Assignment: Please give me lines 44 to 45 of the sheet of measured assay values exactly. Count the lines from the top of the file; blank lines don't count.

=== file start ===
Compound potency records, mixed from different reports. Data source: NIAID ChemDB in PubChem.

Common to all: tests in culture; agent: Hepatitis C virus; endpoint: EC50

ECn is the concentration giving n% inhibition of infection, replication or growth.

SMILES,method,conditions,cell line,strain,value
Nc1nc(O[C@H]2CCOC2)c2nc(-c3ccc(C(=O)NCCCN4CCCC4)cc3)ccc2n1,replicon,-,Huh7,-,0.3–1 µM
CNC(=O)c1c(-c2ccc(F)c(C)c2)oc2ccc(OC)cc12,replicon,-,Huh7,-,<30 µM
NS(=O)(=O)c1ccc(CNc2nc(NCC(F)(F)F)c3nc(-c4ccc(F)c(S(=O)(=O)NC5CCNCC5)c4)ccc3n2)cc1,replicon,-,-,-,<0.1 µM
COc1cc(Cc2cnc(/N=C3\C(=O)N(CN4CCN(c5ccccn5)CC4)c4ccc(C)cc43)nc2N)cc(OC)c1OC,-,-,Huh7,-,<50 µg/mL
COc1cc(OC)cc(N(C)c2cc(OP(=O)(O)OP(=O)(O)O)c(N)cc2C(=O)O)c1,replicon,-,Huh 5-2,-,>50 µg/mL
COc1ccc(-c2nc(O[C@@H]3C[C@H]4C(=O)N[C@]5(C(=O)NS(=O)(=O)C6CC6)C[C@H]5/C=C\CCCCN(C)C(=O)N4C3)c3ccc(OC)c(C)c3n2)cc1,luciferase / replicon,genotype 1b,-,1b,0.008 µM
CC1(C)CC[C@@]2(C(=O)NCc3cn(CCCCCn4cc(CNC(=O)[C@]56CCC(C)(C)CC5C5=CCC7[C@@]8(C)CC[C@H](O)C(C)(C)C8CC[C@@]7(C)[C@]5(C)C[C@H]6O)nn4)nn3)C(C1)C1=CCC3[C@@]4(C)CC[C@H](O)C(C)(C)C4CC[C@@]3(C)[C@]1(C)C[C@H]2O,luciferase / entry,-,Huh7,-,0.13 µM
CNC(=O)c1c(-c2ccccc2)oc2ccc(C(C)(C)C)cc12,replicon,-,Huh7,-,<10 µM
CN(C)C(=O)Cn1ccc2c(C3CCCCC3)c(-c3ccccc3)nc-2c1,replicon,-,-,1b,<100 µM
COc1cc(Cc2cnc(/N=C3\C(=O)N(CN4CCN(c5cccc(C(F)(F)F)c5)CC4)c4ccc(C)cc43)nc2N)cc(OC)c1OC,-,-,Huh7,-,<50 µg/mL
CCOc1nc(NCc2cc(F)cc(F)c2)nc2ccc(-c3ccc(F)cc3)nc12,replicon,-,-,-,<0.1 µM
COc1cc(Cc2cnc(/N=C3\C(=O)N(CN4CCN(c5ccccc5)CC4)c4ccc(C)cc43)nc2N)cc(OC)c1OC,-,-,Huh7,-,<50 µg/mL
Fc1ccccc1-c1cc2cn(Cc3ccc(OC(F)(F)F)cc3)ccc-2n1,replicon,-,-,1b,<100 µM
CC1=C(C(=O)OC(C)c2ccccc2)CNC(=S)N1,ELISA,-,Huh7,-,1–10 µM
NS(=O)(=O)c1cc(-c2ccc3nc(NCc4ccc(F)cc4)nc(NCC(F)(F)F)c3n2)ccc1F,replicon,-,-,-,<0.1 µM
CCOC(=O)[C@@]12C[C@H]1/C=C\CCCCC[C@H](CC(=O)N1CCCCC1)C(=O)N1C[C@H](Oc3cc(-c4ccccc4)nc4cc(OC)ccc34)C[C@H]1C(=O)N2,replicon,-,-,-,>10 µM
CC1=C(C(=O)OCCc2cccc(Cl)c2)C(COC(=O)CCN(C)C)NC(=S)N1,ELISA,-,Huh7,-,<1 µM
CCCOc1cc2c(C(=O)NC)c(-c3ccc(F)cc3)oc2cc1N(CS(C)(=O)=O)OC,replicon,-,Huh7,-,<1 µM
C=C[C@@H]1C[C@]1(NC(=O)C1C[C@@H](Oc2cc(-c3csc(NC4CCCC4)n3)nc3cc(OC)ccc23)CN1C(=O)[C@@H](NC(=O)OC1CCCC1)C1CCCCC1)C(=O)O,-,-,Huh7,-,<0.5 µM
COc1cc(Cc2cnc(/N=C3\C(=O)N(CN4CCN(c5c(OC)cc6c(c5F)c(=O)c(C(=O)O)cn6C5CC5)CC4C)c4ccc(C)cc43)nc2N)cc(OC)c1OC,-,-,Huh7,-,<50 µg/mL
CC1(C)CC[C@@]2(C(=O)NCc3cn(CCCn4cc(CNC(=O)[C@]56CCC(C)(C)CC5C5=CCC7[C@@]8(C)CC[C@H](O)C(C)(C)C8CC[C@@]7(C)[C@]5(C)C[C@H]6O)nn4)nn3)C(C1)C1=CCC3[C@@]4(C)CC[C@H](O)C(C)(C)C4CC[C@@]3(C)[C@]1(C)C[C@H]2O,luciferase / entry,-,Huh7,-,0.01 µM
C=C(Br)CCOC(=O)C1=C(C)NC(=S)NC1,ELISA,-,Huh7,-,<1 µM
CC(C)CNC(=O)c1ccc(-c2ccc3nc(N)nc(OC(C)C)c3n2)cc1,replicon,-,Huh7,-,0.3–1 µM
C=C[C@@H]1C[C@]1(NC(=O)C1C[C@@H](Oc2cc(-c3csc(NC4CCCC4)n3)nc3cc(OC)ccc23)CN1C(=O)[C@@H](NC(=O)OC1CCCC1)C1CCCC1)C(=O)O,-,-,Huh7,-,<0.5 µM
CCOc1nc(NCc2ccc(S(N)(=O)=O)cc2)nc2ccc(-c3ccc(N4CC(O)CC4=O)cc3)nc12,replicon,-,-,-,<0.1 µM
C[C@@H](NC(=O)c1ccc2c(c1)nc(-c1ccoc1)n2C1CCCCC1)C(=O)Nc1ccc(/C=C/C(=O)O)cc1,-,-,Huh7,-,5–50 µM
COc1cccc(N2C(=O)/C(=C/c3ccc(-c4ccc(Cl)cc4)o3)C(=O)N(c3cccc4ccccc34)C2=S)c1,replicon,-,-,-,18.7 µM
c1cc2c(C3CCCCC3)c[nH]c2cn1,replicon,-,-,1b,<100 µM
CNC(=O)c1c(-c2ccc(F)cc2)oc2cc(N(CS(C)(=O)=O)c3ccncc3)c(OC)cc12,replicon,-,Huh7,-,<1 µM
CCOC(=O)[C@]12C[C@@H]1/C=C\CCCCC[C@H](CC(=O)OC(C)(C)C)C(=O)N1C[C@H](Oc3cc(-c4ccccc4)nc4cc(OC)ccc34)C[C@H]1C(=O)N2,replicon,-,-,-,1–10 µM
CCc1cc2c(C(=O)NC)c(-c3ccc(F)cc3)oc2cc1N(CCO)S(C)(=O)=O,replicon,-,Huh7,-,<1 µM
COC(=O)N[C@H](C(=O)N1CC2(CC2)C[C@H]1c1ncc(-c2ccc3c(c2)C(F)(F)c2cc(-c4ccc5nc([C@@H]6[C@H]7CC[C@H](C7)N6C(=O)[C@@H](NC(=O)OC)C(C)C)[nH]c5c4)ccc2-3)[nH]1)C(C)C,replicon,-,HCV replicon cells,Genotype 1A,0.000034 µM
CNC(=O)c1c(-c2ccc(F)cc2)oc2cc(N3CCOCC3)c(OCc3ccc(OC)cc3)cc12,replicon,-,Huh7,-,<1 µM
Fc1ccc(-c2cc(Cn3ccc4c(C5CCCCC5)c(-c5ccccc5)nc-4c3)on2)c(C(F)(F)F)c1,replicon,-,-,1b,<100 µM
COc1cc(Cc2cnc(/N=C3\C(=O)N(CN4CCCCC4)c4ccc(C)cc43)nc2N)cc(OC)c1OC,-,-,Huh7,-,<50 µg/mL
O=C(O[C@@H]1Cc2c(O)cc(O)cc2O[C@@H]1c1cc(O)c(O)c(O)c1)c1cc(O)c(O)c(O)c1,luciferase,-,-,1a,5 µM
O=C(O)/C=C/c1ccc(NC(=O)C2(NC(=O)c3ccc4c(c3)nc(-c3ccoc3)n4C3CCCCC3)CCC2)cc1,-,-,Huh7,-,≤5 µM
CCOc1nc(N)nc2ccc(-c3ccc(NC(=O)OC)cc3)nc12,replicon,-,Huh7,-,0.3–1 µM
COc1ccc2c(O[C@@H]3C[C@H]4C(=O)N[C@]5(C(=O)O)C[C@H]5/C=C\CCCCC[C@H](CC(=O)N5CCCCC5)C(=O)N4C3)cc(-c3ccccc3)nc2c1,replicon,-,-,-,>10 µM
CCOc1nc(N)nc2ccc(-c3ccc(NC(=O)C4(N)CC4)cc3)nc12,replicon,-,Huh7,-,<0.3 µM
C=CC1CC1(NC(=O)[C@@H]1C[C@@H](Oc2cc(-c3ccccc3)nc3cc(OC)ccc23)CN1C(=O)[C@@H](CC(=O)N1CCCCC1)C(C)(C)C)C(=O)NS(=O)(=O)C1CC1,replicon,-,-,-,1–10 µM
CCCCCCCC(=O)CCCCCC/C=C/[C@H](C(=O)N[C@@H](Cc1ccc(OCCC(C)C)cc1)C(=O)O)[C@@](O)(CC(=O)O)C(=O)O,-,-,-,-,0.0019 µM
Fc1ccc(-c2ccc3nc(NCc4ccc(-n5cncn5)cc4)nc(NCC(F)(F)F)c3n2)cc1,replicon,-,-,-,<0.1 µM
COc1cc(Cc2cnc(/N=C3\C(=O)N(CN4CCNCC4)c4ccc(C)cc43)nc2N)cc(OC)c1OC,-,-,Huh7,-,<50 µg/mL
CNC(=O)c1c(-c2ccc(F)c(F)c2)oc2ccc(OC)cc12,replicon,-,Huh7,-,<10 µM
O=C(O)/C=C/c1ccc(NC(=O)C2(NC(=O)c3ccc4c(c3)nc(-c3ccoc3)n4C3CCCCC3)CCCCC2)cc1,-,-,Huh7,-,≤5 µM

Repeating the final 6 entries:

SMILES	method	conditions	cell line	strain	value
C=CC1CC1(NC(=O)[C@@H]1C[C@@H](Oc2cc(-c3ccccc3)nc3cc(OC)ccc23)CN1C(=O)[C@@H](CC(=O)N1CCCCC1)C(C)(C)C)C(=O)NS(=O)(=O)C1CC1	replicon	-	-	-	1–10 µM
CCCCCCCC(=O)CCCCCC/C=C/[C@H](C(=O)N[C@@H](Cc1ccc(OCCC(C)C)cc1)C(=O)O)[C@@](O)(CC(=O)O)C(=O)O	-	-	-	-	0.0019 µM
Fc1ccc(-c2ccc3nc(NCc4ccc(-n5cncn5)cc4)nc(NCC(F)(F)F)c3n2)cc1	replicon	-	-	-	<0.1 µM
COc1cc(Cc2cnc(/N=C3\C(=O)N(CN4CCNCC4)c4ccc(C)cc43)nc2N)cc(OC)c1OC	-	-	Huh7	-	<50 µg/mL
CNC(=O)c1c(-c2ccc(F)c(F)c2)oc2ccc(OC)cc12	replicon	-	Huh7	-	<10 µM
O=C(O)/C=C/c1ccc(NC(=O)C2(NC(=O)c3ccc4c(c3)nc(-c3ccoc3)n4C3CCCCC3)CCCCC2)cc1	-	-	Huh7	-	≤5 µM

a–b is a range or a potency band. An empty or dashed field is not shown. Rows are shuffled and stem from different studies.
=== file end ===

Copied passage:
CCOc1nc(N)nc2ccc(-c3ccc(NC(=O)C4(N)CC4)cc3)nc12,replicon,-,Huh7,-,<0.3 µM
C=CC1CC1(NC(=O)[C@@H]1C[C@@H](Oc2cc(-c3ccccc3)nc3cc(OC)ccc23)CN1C(=O)[C@@H](CC(=O)N1CCCCC1)C(C)(C)C)C(=O)NS(=O)(=O)C1CC1,replicon,-,-,-,1–10 µM